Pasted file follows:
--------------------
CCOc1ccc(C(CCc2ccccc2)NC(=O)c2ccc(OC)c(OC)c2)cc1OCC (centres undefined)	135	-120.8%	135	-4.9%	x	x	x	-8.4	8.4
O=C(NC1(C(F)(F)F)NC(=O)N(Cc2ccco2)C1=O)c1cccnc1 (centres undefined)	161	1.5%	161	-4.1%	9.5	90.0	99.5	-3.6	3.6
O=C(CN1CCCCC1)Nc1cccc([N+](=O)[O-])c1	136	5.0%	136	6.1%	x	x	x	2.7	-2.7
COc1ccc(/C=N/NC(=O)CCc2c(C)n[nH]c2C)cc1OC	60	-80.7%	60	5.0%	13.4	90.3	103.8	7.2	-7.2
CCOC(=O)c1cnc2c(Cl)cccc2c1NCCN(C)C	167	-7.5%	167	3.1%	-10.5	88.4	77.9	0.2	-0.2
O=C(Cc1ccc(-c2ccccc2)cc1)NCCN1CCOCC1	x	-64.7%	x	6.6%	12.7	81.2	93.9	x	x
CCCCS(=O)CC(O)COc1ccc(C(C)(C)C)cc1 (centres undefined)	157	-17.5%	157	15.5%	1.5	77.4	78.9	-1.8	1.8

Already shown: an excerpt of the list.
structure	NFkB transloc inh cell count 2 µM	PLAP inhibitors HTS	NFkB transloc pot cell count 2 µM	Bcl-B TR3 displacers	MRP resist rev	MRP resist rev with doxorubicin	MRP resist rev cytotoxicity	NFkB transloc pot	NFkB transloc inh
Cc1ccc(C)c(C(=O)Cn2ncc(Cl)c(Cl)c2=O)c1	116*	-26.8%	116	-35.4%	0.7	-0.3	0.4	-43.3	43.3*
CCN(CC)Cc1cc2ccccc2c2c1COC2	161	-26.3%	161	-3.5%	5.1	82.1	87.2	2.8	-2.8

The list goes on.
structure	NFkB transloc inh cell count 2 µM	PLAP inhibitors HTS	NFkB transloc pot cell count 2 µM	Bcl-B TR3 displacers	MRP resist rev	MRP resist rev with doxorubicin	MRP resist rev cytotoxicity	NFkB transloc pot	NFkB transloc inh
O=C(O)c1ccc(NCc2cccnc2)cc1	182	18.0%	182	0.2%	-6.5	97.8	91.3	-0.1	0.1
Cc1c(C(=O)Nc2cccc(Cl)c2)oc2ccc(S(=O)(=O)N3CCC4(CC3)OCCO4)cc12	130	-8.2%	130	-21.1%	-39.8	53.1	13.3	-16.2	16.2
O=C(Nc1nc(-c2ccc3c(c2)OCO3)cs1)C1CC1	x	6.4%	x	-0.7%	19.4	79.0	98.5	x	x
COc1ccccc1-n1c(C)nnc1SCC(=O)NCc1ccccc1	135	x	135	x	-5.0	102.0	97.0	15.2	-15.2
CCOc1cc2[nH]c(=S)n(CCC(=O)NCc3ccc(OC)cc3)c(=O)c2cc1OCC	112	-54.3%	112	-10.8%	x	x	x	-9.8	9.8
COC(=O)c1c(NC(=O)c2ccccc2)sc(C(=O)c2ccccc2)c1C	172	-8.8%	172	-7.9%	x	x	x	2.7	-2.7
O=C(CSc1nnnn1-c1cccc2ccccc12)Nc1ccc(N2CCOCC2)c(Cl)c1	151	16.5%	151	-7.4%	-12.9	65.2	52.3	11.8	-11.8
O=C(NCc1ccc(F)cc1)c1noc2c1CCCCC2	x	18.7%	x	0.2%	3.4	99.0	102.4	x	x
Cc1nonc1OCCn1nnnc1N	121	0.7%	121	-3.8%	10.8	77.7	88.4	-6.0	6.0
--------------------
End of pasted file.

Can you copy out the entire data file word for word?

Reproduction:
CCOc1ccc(C(CCc2ccccc2)NC(=O)c2ccc(OC)c(OC)c2)cc1OCC (centres undefined)	135	-120.8%	135	-4.9%	x	x	x	-8.4	8.4
O=C(NC1(C(F)(F)F)NC(=O)N(Cc2ccco2)C1=O)c1cccnc1 (centres undefined)	161	1.5%	161	-4.1%	9.5	90.0	99.5	-3.6	3.6
O=C(CN1CCCCC1)Nc1cccc([N+](=O)[O-])c1	136	5.0%	136	6.1%	x	x	x	2.7	-2.7
COc1ccc(/C=N/NC(=O)CCc2c(C)n[nH]c2C)cc1OC	60	-80.7%	60	5.0%	13.4	90.3	103.8	7.2	-7.2
CCOC(=O)c1cnc2c(Cl)cccc2c1NCCN(C)C	167	-7.5%	167	3.1%	-10.5	88.4	77.9	0.2	-0.2
O=C(Cc1ccc(-c2ccccc2)cc1)NCCN1CCOCC1	x	-64.7%	x	6.6%	12.7	81.2	93.9	x	x
CCCCS(=O)CC(O)COc1ccc(C(C)(C)C)cc1 (centres undefined)	157	-17.5%	157	15.5%	1.5	77.4	78.9	-1.8	1.8

Already shown: an excerpt of the list.
structure	NFkB transloc inh cell count 2 µM	PLAP inhibitors HTS	NFkB transloc pot cell count 2 µM	Bcl-B TR3 displacers	MRP resist rev	MRP resist rev with doxorubicin	MRP resist rev cytotoxicity	NFkB transloc pot	NFkB transloc inh
Cc1ccc(C)c(C(=O)Cn2ncc(Cl)c(Cl)c2=O)c1	116*	-26.8%	116	-35.4%	0.7	-0.3	0.4	-43.3	43.3*
CCN(CC)Cc1cc2ccccc2c2c1COC2	161	-26.3%	161	-3.5%	5.1	82.1	87.2	2.8	-2.8

The list goes on.
structure	NFkB transloc inh cell count 2 µM	PLAP inhibitors HTS	NFkB transloc pot cell count 2 µM	Bcl-B TR3 displacers	MRP resist rev	MRP resist rev with doxorubicin	MRP resist rev cytotoxicity	NFkB transloc pot	NFkB transloc inh
O=C(O)c1ccc(NCc2cccnc2)cc1	182	18.0%	182	0.2%	-6.5	97.8	91.3	-0.1	0.1
Cc1c(C(=O)Nc2cccc(Cl)c2)oc2ccc(S(=O)(=O)N3CCC4(CC3)OCCO4)cc12	130	-8.2%	130	-21.1%	-39.8	53.1	13.3	-16.2	16.2
O=C(Nc1nc(-c2ccc3c(c2)OCO3)cs1)C1CC1	x	6.4%	x	-0.7%	19.4	79.0	98.5	x	x
COc1ccccc1-n1c(C)nnc1SCC(=O)NCc1ccccc1	135	x	135	x	-5.0	102.0	97.0	15.2	-15.2
CCOc1cc2[nH]c(=S)n(CCC(=O)NCc3ccc(OC)cc3)c(=O)c2cc1OCC	112	-54.3%	112	-10.8%	x	x	x	-9.8	9.8
COC(=O)c1c(NC(=O)c2ccccc2)sc(C(=O)c2ccccc2)c1C	172	-8.8%	172	-7.9%	x	x	x	2.7	-2.7
O=C(CSc1nnnn1-c1cccc2ccccc12)Nc1ccc(N2CCOCC2)c(Cl)c1	151	16.5%	151	-7.4%	-12.9	65.2	52.3	11.8	-11.8
O=C(NCc1ccc(F)cc1)c1noc2c1CCCCC2	x	18.7%	x	0.2%	3.4	99.0	102.4	x	x
Cc1nonc1OCCn1nnnc1N	121	0.7%	121	-3.8%	10.8	77.7	88.4	-6.0	6.0